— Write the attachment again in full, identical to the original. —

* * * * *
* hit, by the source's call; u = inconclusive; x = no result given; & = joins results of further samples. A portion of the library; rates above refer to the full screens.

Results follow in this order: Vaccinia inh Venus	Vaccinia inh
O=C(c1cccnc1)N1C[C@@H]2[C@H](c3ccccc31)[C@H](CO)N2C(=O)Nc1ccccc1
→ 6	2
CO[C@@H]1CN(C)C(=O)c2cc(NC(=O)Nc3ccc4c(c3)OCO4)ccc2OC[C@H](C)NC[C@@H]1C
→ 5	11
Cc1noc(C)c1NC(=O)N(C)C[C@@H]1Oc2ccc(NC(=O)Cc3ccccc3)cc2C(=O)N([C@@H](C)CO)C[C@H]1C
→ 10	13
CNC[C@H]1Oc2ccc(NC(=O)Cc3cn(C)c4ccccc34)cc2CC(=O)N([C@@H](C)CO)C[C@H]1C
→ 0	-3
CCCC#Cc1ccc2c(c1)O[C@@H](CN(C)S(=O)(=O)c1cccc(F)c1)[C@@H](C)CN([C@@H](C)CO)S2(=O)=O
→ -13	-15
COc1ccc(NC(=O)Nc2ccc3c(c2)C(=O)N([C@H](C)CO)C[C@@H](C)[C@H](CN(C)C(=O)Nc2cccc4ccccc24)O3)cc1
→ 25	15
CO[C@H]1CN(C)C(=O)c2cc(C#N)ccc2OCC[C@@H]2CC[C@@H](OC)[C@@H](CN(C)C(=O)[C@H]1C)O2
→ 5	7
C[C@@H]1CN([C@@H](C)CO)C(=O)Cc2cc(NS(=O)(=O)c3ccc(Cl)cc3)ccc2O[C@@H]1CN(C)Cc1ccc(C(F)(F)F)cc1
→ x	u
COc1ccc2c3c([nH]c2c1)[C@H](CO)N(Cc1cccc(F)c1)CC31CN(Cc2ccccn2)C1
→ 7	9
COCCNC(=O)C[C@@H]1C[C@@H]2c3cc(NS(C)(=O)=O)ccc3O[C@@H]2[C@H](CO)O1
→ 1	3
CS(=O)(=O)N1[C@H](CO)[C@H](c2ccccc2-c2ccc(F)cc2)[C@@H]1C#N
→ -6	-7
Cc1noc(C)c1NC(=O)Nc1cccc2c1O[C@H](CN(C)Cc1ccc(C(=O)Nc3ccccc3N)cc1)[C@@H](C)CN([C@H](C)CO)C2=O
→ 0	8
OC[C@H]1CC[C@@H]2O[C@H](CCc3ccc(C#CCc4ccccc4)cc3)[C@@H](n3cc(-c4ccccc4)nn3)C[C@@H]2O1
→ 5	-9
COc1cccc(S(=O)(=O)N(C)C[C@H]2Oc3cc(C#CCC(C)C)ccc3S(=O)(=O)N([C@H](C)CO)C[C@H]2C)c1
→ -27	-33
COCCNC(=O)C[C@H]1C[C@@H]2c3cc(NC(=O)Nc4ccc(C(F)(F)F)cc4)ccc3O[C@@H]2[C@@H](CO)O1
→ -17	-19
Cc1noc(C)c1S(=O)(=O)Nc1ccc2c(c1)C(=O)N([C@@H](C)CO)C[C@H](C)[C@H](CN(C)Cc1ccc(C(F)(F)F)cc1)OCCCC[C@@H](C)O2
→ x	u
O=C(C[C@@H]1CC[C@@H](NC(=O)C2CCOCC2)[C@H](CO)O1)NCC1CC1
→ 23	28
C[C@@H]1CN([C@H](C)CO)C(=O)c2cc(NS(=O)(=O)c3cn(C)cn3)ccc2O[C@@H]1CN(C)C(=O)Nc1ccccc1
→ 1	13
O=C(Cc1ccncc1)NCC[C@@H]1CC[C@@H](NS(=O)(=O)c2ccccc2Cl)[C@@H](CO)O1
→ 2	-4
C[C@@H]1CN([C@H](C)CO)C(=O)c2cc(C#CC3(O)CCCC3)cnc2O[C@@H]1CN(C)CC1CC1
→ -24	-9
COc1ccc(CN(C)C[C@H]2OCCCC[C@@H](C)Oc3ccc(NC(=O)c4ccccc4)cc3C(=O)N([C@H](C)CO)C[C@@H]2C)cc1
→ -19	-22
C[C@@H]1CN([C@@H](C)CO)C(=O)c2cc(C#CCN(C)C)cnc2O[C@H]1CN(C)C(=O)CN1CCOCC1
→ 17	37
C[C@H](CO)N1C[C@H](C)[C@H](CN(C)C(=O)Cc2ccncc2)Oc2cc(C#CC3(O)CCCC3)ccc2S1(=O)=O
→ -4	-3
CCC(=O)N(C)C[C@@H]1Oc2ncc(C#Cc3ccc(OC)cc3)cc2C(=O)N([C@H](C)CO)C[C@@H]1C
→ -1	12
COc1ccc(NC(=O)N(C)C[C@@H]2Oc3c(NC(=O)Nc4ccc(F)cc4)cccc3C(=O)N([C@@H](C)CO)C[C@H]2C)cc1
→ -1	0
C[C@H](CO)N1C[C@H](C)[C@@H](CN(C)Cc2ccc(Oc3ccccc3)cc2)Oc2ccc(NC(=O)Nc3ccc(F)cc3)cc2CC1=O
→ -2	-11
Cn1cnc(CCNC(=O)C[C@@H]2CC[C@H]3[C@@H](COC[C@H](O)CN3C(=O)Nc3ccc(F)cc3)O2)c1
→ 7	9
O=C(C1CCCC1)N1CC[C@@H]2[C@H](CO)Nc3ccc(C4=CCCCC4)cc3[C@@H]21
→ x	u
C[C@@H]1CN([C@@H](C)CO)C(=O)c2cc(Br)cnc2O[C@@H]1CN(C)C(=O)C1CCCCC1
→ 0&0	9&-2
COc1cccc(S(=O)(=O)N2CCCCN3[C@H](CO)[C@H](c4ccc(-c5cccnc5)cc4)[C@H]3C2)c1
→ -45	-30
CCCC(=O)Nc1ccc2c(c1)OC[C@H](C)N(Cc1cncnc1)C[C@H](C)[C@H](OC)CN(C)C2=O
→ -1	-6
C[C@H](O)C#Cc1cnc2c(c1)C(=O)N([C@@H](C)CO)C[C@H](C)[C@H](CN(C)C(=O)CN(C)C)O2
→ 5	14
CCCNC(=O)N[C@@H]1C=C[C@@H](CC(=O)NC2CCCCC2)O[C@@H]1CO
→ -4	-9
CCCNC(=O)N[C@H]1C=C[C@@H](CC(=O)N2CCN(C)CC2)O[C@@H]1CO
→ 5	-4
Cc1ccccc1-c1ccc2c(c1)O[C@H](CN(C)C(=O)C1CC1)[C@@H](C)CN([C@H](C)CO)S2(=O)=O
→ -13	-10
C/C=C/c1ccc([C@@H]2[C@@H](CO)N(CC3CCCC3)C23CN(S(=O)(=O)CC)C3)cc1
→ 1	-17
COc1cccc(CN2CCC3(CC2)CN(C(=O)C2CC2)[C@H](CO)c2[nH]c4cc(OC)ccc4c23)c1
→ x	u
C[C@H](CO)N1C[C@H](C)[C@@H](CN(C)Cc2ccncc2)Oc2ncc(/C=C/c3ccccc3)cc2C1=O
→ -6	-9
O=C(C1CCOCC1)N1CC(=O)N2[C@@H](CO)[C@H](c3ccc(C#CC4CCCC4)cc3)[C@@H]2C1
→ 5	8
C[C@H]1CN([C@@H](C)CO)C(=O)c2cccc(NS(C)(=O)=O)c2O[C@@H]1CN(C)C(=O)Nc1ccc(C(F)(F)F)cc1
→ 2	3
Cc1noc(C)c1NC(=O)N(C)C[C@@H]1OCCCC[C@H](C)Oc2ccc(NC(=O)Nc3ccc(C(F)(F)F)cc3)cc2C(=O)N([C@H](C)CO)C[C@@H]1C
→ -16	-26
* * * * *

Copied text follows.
* hit, by the source's call; u = inconclusive; x = no result given; & = joins results of further samples. A portion of the library; rates above refer to the full screens.

Results follow in this order: Vaccinia inh Venus	Vaccinia inh
O=C(c1cccnc1)N1C[C@@H]2[C@H](c3ccccc31)[C@H](CO)N2C(=O)Nc1ccccc1
→ 6	2
CO[C@@H]1CN(C)C(=O)c2cc(NC(=O)Nc3ccc4c(c3)OCO4)ccc2OC[C@H](C)NC[C@@H]1C
→ 5	11
Cc1noc(C)c1NC(=O)N(C)C[C@@H]1Oc2ccc(NC(=O)Cc3ccccc3)cc2C(=O)N([C@@H](C)CO)C[C@H]1C
→ 10	13
CNC[C@H]1Oc2ccc(NC(=O)Cc3cn(C)c4ccccc34)cc2CC(=O)N([C@@H](C)CO)C[C@H]1C
→ 0	-3
CCCC#Cc1ccc2c(c1)O[C@@H](CN(C)S(=O)(=O)c1cccc(F)c1)[C@@H](C)CN([C@@H](C)CO)S2(=O)=O
→ -13	-15
COc1ccc(NC(=O)Nc2ccc3c(c2)C(=O)N([C@H](C)CO)C[C@@H](C)[C@H](CN(C)C(=O)Nc2cccc4ccccc24)O3)cc1
→ 25	15
CO[C@H]1CN(C)C(=O)c2cc(C#N)ccc2OCC[C@@H]2CC[C@@H](OC)[C@@H](CN(C)C(=O)[C@H]1C)O2
→ 5	7
C[C@@H]1CN([C@@H](C)CO)C(=O)Cc2cc(NS(=O)(=O)c3ccc(Cl)cc3)ccc2O[C@@H]1CN(C)Cc1ccc(C(F)(F)F)cc1
→ x	u
COc1ccc2c3c([nH]c2c1)[C@H](CO)N(Cc1cccc(F)c1)CC31CN(Cc2ccccn2)C1
→ 7	9
COCCNC(=O)C[C@@H]1C[C@@H]2c3cc(NS(C)(=O)=O)ccc3O[C@@H]2[C@H](CO)O1
→ 1	3
CS(=O)(=O)N1[C@H](CO)[C@H](c2ccccc2-c2ccc(F)cc2)[C@@H]1C#N
→ -6	-7
Cc1noc(C)c1NC(=O)Nc1cccc2c1O[C@H](CN(C)Cc1ccc(C(=O)Nc3ccccc3N)cc1)[C@@H](C)CN([C@H](C)CO)C2=O
→ 0	8
OC[C@H]1CC[C@@H]2O[C@H](CCc3ccc(C#CCc4ccccc4)cc3)[C@@H](n3cc(-c4ccccc4)nn3)C[C@@H]2O1
→ 5	-9
COc1cccc(S(=O)(=O)N(C)C[C@H]2Oc3cc(C#CCC(C)C)ccc3S(=O)(=O)N([C@H](C)CO)C[C@H]2C)c1
→ -27	-33
COCCNC(=O)C[C@H]1C[C@@H]2c3cc(NC(=O)Nc4ccc(C(F)(F)F)cc4)ccc3O[C@@H]2[C@@H](CO)O1
→ -17	-19
Cc1noc(C)c1S(=O)(=O)Nc1ccc2c(c1)C(=O)N([C@@H](C)CO)C[C@H](C)[C@H](CN(C)Cc1ccc(C(F)(F)F)cc1)OCCCC[C@@H](C)O2
→ x	u
O=C(C[C@@H]1CC[C@@H](NC(=O)C2CCOCC2)[C@H](CO)O1)NCC1CC1
→ 23	28
C[C@@H]1CN([C@H](C)CO)C(=O)c2cc(NS(=O)(=O)c3cn(C)cn3)ccc2O[C@@H]1CN(C)C(=O)Nc1ccccc1
→ 1	13
O=C(Cc1ccncc1)NCC[C@@H]1CC[C@@H](NS(=O)(=O)c2ccccc2Cl)[C@@H](CO)O1
→ 2	-4
C[C@@H]1CN([C@H](C)CO)C(=O)c2cc(C#CC3(O)CCCC3)cnc2O[C@@H]1CN(C)CC1CC1
→ -24	-9
COc1ccc(CN(C)C[C@H]2OCCCC[C@@H](C)Oc3ccc(NC(=O)c4ccccc4)cc3C(=O)N([C@H](C)CO)C[C@@H]2C)cc1
→ -19	-22
C[C@@H]1CN([C@@H](C)CO)C(=O)c2cc(C#CCN(C)C)cnc2O[C@H]1CN(C)C(=O)CN1CCOCC1
→ 17	37
C[C@H](CO)N1C[C@H](C)[C@H](CN(C)C(=O)Cc2ccncc2)Oc2cc(C#CC3(O)CCCC3)ccc2S1(=O)=O
→ -4	-3
CCC(=O)N(C)C[C@@H]1Oc2ncc(C#Cc3ccc(OC)cc3)cc2C(=O)N([C@H](C)CO)C[C@@H]1C
→ -1	12
COc1ccc(NC(=O)N(C)C[C@@H]2Oc3c(NC(=O)Nc4ccc(F)cc4)cccc3C(=O)N([C@@H](C)CO)C[C@H]2C)cc1
→ -1	0
C[C@H](CO)N1C[C@H](C)[C@@H](CN(C)Cc2ccc(Oc3ccccc3)cc2)Oc2ccc(NC(=O)Nc3ccc(F)cc3)cc2CC1=O
→ -2	-11
Cn1cnc(CCNC(=O)C[C@@H]2CC[C@H]3[C@@H](COC[C@H](O)CN3C(=O)Nc3ccc(F)cc3)O2)c1
→ 7	9
O=C(C1CCCC1)N1CC[C@@H]2[C@H](CO)Nc3ccc(C4=CCCCC4)cc3[C@@H]21
→ x	u
C[C@@H]1CN([C@@H](C)CO)C(=O)c2cc(Br)cnc2O[C@@H]1CN(C)C(=O)C1CCCCC1
→ 0&0	9&-2
COc1cccc(S(=O)(=O)N2CCCCN3[C@H](CO)[C@H](c4ccc(-c5cccnc5)cc4)[C@H]3C2)c1
→ -45	-30
CCCC(=O)Nc1ccc2c(c1)OC[C@H](C)N(Cc1cncnc1)C[C@H](C)[C@H](OC)CN(C)C2=O
→ -1	-6
C[C@H](O)C#Cc1cnc2c(c1)C(=O)N([C@@H](C)CO)C[C@H](C)[C@H](CN(C)C(=O)CN(C)C)O2
→ 5	14
CCCNC(=O)N[C@@H]1C=C[C@@H](CC(=O)NC2CCCCC2)O[C@@H]1CO
→ -4	-9
CCCNC(=O)N[C@H]1C=C[C@@H](CC(=O)N2CCN(C)CC2)O[C@@H]1CO
→ 5	-4
Cc1ccccc1-c1ccc2c(c1)O[C@H](CN(C)C(=O)C1CC1)[C@@H](C)CN([C@H](C)CO)S2(=O)=O
→ -13	-10
C/C=C/c1ccc([C@@H]2[C@@H](CO)N(CC3CCCC3)C23CN(S(=O)(=O)CC)C3)cc1
→ 1	-17
COc1cccc(CN2CCC3(CC2)CN(C(=O)C2CC2)[C@H](CO)c2[nH]c4cc(OC)ccc4c23)c1
→ x	u
C[C@H](CO)N1C[C@H](C)[C@@H](CN(C)Cc2ccncc2)Oc2ncc(/C=C/c3ccccc3)cc2C1=O
→ -6	-9
O=C(C1CCOCC1)N1CC(=O)N2[C@@H](CO)[C@H](c3ccc(C#CC4CCCC4)cc3)[C@@H]2C1
→ 5	8
C[C@H]1CN([C@@H](C)CO)C(=O)c2cccc(NS(C)(=O)=O)c2O[C@@H]1CN(C)C(=O)Nc1ccc(C(F)(F)F)cc1
→ 2	3
Cc1noc(C)c1NC(=O)N(C)C[C@@H]1OCCCC[C@H](C)Oc2ccc(NC(=O)Nc3ccc(C(F)(F)F)cc3)cc2C(=O)N([C@H](C)CO)C[C@@H]1C
→ -16	-26